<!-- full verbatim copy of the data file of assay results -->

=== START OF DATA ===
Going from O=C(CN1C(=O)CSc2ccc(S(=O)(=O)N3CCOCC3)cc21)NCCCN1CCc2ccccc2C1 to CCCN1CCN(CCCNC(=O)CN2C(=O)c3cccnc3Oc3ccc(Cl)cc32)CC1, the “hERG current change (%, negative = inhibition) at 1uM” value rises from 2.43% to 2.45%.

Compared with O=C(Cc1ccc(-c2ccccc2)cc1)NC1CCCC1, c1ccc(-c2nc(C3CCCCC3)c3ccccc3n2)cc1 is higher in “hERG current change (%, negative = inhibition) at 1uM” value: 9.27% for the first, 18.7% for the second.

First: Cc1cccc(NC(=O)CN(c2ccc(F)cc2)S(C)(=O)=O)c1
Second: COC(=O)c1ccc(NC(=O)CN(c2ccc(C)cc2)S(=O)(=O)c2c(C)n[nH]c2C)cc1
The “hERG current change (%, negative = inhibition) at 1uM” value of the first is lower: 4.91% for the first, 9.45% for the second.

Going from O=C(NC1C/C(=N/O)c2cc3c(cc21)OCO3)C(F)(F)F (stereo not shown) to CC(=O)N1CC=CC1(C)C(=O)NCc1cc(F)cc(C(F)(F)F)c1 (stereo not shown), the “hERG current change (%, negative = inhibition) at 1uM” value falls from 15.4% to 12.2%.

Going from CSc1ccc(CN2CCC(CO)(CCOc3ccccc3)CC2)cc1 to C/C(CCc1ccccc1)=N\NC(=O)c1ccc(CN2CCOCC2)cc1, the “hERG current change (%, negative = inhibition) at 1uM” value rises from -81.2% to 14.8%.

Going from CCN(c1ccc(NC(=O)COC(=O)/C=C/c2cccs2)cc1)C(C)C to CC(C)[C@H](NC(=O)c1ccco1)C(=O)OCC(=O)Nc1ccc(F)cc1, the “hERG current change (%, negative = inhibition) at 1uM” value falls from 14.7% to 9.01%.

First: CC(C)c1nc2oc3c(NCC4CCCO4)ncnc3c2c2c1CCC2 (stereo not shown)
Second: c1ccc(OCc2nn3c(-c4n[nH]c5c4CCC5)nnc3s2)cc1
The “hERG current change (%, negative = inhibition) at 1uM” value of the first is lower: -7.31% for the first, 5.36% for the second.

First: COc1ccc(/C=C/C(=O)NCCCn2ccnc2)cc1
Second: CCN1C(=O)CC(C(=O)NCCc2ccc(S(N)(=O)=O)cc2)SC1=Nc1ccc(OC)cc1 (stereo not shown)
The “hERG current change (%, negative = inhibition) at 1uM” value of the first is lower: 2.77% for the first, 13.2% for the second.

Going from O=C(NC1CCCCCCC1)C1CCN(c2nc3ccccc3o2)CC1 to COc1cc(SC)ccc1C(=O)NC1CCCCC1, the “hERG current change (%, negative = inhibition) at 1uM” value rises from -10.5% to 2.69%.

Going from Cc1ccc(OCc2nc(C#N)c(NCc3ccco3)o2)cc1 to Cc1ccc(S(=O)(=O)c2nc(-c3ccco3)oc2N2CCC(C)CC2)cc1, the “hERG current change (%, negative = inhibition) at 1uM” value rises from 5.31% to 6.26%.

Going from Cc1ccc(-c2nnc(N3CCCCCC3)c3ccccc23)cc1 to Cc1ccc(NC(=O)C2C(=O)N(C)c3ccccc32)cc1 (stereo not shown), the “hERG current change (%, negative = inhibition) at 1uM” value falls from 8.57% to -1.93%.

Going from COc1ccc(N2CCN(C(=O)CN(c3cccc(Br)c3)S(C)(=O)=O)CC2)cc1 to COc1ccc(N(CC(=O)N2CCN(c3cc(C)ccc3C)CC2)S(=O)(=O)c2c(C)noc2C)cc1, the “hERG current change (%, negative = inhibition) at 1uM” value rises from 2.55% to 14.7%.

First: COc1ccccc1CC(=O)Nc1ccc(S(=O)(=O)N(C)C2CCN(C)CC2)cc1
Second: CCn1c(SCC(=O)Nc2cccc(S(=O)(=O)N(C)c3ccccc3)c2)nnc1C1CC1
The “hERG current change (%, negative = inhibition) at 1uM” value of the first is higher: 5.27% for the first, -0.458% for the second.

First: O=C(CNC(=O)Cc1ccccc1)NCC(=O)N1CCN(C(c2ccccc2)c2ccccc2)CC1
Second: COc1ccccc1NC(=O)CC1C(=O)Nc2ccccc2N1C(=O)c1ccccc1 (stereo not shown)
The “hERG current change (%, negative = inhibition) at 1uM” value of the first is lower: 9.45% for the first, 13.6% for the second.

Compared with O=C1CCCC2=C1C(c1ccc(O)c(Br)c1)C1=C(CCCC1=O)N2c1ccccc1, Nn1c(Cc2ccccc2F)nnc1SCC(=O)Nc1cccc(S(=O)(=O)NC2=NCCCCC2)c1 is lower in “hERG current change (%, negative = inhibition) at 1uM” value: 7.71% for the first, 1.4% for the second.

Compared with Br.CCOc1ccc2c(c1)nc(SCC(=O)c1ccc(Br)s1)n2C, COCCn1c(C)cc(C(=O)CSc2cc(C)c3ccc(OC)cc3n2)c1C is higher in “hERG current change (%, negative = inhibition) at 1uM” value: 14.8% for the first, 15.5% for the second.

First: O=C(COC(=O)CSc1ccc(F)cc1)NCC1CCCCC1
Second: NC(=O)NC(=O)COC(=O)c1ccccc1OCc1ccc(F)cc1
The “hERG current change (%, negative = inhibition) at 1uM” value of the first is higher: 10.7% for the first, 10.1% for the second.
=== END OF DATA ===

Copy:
Going from O=C(CN1C(=O)CSc2ccc(S(=O)(=O)N3CCOCC3)cc21)NCCCN1CCc2ccccc2C1 to CCCN1CCN(CCCNC(=O)CN2C(=O)c3cccnc3Oc3ccc(Cl)cc32)CC1, the “hERG current change (%, negative = inhibition) at 1uM” value rises from 2.43% to 2.45%.

Compared with O=C(Cc1ccc(-c2ccccc2)cc1)NC1CCCC1, c1ccc(-c2nc(C3CCCCC3)c3ccccc3n2)cc1 is higher in “hERG current change (%, negative = inhibition) at 1uM” value: 9.27% for the first, 18.7% for the second.

First: Cc1cccc(NC(=O)CN(c2ccc(F)cc2)S(C)(=O)=O)c1
Second: COC(=O)c1ccc(NC(=O)CN(c2ccc(C)cc2)S(=O)(=O)c2c(C)n[nH]c2C)cc1
The “hERG current change (%, negative = inhibition) at 1uM” value of the first is lower: 4.91% for the first, 9.45% for the second.

Going from O=C(NC1C/C(=N/O)c2cc3c(cc21)OCO3)C(F)(F)F (stereo not shown) to CC(=O)N1CC=CC1(C)C(=O)NCc1cc(F)cc(C(F)(F)F)c1 (stereo not shown), the “hERG current change (%, negative = inhibition) at 1uM” value falls from 15.4% to 12.2%.

Going from CSc1ccc(CN2CCC(CO)(CCOc3ccccc3)CC2)cc1 to C/C(CCc1ccccc1)=N\NC(=O)c1ccc(CN2CCOCC2)cc1, the “hERG current change (%, negative = inhibition) at 1uM” value rises from -81.2% to 14.8%.

Going from CCN(c1ccc(NC(=O)COC(=O)/C=C/c2cccs2)cc1)C(C)C to CC(C)[C@H](NC(=O)c1ccco1)C(=O)OCC(=O)Nc1ccc(F)cc1, the “hERG current change (%, negative = inhibition) at 1uM” value falls from 14.7% to 9.01%.

First: CC(C)c1nc2oc3c(NCC4CCCO4)ncnc3c2c2c1CCC2 (stereo not shown)
Second: c1ccc(OCc2nn3c(-c4n[nH]c5c4CCC5)nnc3s2)cc1
The “hERG current change (%, negative = inhibition) at 1uM” value of the first is lower: -7.31% for the first, 5.36% for the second.

First: COc1ccc(/C=C/C(=O)NCCCn2ccnc2)cc1
Second: CCN1C(=O)CC(C(=O)NCCc2ccc(S(N)(=O)=O)cc2)SC1=Nc1ccc(OC)cc1 (stereo not shown)
The “hERG current change (%, negative = inhibition) at 1uM” value of the first is lower: 2.77% for the first, 13.2% for the second.

Going from O=C(NC1CCCCCCC1)C1CCN(c2nc3ccccc3o2)CC1 to COc1cc(SC)ccc1C(=O)NC1CCCCC1, the “hERG current change (%, negative = inhibition) at 1uM” value rises from -10.5% to 2.69%.

Going from Cc1ccc(OCc2nc(C#N)c(NCc3ccco3)o2)cc1 to Cc1ccc(S(=O)(=O)c2nc(-c3ccco3)oc2N2CCC(C)CC2)cc1, the “hERG current change (%, negative = inhibition) at 1uM” value rises from 5.31% to 6.26%.

Going from Cc1ccc(-c2nnc(N3CCCCCC3)c3ccccc23)cc1 to Cc1ccc(NC(=O)C2C(=O)N(C)c3ccccc32)cc1 (stereo not shown), the “hERG current change (%, negative = inhibition) at 1uM” value falls from 8.57% to -1.93%.

Going from COc1ccc(N2CCN(C(=O)CN(c3cccc(Br)c3)S(C)(=O)=O)CC2)cc1 to COc1ccc(N(CC(=O)N2CCN(c3cc(C)ccc3C)CC2)S(=O)(=O)c2c(C)noc2C)cc1, the “hERG current change (%, negative = inhibition) at 1uM” value rises from 2.55% to 14.7%.

First: COc1ccccc1CC(=O)Nc1ccc(S(=O)(=O)N(C)C2CCN(C)CC2)cc1
Second: CCn1c(SCC(=O)Nc2cccc(S(=O)(=O)N(C)c3ccccc3)c2)nnc1C1CC1
The “hERG current change (%, negative = inhibition) at 1uM” value of the first is higher: 5.27% for the first, -0.458% for the second.

First: O=C(CNC(=O)Cc1ccccc1)NCC(=O)N1CCN(C(c2ccccc2)c2ccccc2)CC1
Second: COc1ccccc1NC(=O)CC1C(=O)Nc2ccccc2N1C(=O)c1ccccc1 (stereo not shown)
The “hERG current change (%, negative = inhibition) at 1uM” value of the first is lower: 9.45% for the first, 13.6% for the second.

Compared with O=C1CCCC2=C1C(c1ccc(O)c(Br)c1)C1=C(CCCC1=O)N2c1ccccc1, Nn1c(Cc2ccccc2F)nnc1SCC(=O)Nc1cccc(S(=O)(=O)NC2=NCCCCC2)c1 is lower in “hERG current change (%, negative = inhibition) at 1uM” value: 7.71% for the first, 1.4% for the second.

Compared with Br.CCOc1ccc2c(c1)nc(SCC(=O)c1ccc(Br)s1)n2C, COCCn1c(C)cc(C(=O)CSc2cc(C)c3ccc(OC)cc3n2)c1C is higher in “hERG current change (%, negative = inhibition) at 1uM” value: 14.8% for the first, 15.5% for the second.

First: O=C(COC(=O)CSc1ccc(F)cc1)NCC1CCCCC1
Second: NC(=O)NC(=O)COC(=O)c1ccccc1OCc1ccc(F)cc1
The “hERG current change (%, negative = inhibition) at 1uM” value of the first is higher: 10.7% for the first, 10.1% for the second.